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Talmud

TALMUD

The Jewish teachings of the sages.

The Pentateuch (Torah), Prophets (Neviʾim), and Hagiographa (Ketuvim) constitute the written law of Judaism. Over the years, that law was discussed, interpreted, and transferred. These teachings of the sages are known as the oral law. Eventually, the oral law (torah she-bʿal peh) was written down and formed the basis of the Talmud. While torah refers only to the written law and talmud to the oral law, both terms essentially carry the same meaning: teaching or study. Since it is incumbent upon the children of Israel to follow the path of their ancestors, it is necessary for the Jewish people to continually teach and study the law until they understand and follow it completely.


Scholars differ as to when the Talmud began to be written down and whether it was based on notes or recorded upon its completion. It is generally accepted that Rabbi Yehuda ha-Nasi (170219 c.e.) compiled and edited the first section of the Talmud, the Mishnayot (pl. of mishna, or teaching, to distinguish it from Torah) from a multitude of manuscripts, perhaps in different dialects and languages.


The Mishnayot are organized into six sections, or sedarim, each dealing with a particular subject. The sections are then subdivided into tracts (or mesekhtot, singular mesekhta ) that deal with matters relating to those sections. The sections are: Seeds (or Zeraʿim, which includes laws relating to vegetables; offerings; tithes; and shmitta, the sabbatical year); Festivals (or Moʿed, holidays; the Sabbath; and more general laws affected by the festivals); Women (or Nashim, including marriage and divorce); Damages (or Nezikin, laws of property; penalties; and morals); Sacred Things (or Kodashim, sacrifices; laws of the first born; and slaughtering); Purifications (or Tohorot, defilement and purification in general; and defilement of vessels, tents, and menstruating women).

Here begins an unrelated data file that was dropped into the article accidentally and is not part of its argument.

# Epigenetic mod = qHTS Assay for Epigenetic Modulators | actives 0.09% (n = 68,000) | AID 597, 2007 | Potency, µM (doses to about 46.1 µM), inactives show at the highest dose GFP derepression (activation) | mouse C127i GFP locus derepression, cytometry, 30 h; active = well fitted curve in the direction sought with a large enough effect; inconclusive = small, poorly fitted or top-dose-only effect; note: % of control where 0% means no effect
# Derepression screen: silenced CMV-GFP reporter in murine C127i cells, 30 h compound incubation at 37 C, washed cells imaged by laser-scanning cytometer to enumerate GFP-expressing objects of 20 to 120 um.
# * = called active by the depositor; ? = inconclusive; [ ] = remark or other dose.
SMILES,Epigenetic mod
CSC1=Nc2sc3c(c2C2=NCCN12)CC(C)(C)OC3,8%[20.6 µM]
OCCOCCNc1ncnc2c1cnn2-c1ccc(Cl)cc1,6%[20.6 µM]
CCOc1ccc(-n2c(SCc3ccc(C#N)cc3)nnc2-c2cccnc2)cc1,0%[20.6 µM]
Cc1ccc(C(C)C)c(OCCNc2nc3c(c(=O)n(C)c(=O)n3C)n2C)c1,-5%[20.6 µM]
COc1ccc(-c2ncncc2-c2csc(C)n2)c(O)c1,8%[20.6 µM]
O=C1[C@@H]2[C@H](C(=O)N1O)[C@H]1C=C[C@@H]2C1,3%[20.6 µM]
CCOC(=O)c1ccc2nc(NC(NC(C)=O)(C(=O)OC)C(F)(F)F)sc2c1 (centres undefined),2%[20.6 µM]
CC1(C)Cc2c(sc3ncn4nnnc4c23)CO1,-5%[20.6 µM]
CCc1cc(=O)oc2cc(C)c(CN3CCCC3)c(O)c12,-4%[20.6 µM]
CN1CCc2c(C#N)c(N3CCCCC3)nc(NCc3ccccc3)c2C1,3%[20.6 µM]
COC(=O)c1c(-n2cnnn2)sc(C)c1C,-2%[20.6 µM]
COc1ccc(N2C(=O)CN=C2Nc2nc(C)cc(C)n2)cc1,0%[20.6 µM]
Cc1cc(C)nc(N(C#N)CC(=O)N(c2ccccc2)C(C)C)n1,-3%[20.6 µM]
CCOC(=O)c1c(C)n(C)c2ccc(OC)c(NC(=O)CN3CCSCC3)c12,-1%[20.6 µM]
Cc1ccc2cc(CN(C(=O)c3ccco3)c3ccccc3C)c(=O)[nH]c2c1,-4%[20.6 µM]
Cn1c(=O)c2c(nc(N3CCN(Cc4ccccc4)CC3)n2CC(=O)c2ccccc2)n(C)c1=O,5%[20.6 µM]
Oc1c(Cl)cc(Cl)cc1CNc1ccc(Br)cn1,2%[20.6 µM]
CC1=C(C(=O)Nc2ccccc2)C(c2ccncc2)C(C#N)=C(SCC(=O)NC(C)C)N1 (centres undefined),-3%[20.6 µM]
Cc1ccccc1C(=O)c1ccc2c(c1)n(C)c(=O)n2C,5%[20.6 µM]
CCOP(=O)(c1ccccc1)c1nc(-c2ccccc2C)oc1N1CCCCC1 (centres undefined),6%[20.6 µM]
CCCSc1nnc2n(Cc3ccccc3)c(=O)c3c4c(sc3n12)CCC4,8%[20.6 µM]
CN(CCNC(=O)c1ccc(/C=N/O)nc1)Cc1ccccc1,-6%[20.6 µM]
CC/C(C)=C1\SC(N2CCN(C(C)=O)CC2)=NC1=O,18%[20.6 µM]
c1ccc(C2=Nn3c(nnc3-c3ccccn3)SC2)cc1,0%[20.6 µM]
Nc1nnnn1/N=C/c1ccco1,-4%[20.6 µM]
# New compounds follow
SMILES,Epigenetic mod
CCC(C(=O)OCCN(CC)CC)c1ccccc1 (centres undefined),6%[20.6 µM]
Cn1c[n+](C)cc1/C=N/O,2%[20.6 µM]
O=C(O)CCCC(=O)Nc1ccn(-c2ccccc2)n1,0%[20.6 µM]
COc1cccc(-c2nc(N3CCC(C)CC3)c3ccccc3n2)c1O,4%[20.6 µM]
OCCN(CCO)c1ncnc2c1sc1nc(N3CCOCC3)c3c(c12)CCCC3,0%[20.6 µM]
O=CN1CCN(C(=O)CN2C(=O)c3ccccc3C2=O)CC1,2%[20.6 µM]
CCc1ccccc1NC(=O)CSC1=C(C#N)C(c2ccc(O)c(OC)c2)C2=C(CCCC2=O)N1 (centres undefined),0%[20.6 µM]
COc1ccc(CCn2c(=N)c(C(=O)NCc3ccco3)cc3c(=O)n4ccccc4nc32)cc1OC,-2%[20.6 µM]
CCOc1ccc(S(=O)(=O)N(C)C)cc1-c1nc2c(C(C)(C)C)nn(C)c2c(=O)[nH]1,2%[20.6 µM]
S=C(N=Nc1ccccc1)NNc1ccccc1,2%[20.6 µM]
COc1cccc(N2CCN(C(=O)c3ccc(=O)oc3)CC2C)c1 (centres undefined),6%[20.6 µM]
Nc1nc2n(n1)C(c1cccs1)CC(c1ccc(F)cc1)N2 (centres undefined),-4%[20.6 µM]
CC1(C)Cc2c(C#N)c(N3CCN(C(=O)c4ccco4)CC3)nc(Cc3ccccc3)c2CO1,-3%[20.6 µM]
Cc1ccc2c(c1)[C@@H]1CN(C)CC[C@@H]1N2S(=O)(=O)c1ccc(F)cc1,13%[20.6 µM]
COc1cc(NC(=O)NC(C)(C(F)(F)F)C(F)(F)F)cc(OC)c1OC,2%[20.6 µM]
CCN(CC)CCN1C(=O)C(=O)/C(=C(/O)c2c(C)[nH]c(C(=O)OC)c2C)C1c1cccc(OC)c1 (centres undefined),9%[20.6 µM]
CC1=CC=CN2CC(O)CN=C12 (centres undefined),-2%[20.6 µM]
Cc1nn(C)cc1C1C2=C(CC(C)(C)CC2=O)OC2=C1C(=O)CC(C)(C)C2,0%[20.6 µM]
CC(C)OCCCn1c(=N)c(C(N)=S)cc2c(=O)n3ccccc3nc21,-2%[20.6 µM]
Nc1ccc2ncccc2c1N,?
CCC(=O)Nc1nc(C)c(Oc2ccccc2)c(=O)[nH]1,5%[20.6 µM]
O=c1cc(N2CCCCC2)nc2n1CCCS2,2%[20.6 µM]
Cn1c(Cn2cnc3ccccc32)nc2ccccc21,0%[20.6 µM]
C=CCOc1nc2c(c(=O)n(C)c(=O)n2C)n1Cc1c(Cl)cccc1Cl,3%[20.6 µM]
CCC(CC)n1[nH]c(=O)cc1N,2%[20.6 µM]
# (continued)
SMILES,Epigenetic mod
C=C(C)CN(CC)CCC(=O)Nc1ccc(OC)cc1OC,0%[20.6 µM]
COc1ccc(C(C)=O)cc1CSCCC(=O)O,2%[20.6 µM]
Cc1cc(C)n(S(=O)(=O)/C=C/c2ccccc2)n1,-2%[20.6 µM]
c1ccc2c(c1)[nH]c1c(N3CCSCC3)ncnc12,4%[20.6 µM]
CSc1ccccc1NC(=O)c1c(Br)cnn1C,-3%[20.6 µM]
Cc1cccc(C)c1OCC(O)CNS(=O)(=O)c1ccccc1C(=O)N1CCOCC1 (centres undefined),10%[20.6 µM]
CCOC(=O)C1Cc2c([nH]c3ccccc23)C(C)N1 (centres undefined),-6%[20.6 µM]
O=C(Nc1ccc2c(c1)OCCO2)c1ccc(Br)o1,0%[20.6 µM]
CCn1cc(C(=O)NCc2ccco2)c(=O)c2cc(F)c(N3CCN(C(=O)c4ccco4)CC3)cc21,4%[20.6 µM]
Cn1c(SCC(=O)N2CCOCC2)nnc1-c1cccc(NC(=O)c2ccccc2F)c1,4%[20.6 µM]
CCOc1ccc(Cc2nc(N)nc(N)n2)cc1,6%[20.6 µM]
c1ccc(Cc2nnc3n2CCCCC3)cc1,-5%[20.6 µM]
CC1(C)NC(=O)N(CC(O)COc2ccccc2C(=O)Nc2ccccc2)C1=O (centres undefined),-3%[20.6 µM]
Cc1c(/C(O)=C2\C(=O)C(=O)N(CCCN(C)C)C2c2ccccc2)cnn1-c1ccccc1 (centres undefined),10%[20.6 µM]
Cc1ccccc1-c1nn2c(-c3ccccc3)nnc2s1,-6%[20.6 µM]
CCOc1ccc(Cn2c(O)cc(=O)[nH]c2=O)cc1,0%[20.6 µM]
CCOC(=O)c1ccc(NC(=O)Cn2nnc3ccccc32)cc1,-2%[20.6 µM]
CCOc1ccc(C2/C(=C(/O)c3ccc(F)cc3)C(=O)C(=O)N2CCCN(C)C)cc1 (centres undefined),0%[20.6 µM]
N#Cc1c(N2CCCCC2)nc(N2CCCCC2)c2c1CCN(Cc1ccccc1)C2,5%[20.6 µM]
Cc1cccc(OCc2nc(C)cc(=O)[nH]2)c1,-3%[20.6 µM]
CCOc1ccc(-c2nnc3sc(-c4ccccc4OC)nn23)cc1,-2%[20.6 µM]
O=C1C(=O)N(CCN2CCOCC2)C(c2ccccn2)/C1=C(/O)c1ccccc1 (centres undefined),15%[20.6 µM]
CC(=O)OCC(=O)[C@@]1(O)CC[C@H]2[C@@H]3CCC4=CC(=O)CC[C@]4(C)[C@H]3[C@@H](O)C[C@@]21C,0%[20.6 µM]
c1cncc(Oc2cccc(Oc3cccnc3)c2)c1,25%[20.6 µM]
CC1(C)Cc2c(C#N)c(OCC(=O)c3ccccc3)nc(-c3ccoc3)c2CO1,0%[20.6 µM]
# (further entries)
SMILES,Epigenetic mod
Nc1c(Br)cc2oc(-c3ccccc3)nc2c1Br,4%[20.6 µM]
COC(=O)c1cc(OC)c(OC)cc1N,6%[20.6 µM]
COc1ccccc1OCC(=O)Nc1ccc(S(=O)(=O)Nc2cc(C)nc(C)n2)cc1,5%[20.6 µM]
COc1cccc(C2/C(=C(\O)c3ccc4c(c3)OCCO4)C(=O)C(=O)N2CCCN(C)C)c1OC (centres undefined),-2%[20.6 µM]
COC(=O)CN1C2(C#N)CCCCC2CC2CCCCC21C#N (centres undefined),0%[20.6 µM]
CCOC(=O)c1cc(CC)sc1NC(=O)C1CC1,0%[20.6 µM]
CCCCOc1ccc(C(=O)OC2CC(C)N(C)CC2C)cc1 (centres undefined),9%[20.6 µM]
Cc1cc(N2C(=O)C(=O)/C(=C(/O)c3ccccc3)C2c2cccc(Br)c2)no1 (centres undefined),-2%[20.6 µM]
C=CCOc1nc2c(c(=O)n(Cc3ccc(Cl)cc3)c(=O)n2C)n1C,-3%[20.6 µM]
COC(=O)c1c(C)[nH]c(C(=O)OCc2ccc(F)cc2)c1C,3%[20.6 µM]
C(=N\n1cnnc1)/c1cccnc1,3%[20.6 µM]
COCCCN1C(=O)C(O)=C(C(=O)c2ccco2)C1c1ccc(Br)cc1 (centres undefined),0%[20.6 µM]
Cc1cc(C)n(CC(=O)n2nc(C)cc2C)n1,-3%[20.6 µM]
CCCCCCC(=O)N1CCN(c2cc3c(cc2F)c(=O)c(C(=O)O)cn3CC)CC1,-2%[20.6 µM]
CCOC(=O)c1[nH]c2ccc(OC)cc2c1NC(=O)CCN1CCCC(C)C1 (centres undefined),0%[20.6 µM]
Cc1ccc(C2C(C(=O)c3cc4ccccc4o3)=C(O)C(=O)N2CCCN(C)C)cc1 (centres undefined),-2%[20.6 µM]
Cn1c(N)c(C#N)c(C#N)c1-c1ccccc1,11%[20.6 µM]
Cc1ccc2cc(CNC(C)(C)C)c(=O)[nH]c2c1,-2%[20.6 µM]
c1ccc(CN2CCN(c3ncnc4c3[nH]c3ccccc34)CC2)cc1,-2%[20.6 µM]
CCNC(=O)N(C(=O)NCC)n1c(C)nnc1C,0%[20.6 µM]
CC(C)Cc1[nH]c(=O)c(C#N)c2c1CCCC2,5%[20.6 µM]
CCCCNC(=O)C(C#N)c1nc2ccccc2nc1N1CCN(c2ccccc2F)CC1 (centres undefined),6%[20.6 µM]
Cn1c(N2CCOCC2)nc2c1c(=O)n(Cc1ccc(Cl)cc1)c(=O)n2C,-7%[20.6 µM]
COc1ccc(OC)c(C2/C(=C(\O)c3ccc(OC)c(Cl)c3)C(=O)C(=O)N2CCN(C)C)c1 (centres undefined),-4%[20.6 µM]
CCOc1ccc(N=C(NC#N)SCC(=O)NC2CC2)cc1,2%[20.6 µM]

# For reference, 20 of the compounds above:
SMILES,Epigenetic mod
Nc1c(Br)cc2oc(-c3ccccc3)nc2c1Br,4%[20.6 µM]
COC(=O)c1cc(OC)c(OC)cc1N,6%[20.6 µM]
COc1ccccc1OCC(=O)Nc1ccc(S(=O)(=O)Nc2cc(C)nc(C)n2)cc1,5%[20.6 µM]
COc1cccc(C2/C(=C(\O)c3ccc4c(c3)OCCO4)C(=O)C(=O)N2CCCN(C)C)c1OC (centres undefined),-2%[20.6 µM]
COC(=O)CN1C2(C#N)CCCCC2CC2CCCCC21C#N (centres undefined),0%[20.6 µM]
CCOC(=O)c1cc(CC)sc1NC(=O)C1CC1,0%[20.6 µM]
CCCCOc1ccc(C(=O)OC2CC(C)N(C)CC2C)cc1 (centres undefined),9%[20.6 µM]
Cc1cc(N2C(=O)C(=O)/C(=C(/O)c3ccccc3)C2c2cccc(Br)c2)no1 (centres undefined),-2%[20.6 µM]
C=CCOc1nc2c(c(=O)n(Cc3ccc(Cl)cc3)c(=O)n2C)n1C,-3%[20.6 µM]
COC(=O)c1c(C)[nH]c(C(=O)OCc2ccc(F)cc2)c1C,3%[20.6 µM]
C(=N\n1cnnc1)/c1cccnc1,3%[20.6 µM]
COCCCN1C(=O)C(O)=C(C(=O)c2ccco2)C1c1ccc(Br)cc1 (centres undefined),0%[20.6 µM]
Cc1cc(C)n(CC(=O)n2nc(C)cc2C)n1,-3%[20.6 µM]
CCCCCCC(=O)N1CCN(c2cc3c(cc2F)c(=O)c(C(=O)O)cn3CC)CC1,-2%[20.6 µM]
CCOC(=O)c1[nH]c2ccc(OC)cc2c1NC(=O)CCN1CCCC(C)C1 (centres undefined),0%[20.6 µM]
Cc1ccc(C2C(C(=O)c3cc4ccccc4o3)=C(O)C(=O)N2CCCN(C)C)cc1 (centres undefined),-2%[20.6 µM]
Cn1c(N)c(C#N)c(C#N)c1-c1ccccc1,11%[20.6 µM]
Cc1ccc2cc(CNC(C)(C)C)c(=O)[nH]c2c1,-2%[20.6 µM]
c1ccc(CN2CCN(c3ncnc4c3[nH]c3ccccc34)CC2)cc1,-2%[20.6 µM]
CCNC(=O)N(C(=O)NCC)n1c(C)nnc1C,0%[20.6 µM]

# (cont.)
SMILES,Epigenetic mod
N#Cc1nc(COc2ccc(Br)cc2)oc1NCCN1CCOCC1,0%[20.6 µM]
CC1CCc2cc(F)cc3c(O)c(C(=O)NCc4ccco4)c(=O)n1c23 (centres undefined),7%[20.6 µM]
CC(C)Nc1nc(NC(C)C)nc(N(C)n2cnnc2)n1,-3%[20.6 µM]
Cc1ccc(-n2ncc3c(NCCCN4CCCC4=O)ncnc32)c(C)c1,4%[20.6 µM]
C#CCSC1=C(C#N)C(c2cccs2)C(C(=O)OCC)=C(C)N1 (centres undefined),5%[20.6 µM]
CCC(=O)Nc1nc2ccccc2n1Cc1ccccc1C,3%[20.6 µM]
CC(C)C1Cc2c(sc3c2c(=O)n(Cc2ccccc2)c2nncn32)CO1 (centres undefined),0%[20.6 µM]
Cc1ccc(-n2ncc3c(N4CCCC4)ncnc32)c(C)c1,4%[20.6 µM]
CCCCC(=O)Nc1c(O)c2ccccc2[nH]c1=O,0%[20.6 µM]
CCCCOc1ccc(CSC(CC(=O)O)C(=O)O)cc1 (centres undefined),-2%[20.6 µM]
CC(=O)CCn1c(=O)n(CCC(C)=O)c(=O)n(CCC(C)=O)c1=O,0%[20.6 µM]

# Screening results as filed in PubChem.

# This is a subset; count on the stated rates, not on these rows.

The Mishnayot were imparted with a degree of sanctity that dictated that nothing could be added to or subtracted from them. Upon their completion, religious colleges were established in Palestine and Babylonia to explain their meaning and to extrapolate the laws that emanated from them. This task was complicated by contradictory Mishnayot and by the discovery of new texts that had not been incorporated in the Mishnayot. The body of knowledge that developed from the discussions and the explanations of the Mishna came to be called Gemara (Aramaic for teaching ). The tractates of the Gemara are arranged like the sections of the Mishnayot. The Mishna opens the tractate and is followed by the Gemara. The Mishna and the Gemara together constitute the Talmud.

At the time of Rabbi Yehuda ha-Nasi's death, the Roman-dominated Middle East was characterized by political strife, which led many Jews to leave Galilee for Persian-ruled Babylon. The development of the Talmud continued there. The Palestinian Talmud, also known as the Jerusalem Talmud (Talmud Yerushalmi), was finalized in about 400 c.e. (although it might have been much later). The Babylonian Talmud (Talmud Bavli, which might have developed without its formulators knowing about the Jerusalem Talmud) was finalized in about 500 c.e. Although the Jerusalem Talmud includes more tracts (thirty-nine to the Babylonian's thirty-seven), it is considerably smaller (about one-fourth the size) and less elaborate, especially in the field of religious law (Halakhah). It is stronger in Aggadah, a collection of legends and stories, proverbs, parables, and mystic and veiled religious wisdom. The Babylonian Talmud, with its emphasis on religious law, became the dominant focus of study. This was partially determined by the political situation, which allowed the Jews in exile to study the Talmud to a greater degree than Jews could in Palestine. It is the Babylonian Talmud that continues to dominate today.

Talmudic rulings have served as the basis for religious law in Judaism throughout the generations. A vast rabbinic literature now exists based on discussions and analyses stemming from Talmudic discourse. Whereas elementary school education includes the study of the Pentateuch and Prophets, advanced religious education in higher yeshivot (Torah seminaries) concentrates on the study of the Talmud. Religious traditionalists reject the scientific approach to the study of the Talmud, which has developed in the university. Many similarly reject the desire of a small but increasing number of Orthodox women who wish to take part in intensive religious study, believing that only men are allowed to learn this sacred text.

Bibliography


Gilbert, Martin, ed. The Illustrated Atlas of Jewish Civilization: 4,000 Years of Jewish History. New York: Macmillan, 1990.

benjamin joseph
updated by ephraim tabory

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"Talmud." Encyclopedia of the Modern Middle East and North Africa. . Encyclopedia.com. 20 Oct. 2017 <http://www.encyclopedia.com>.

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Talmud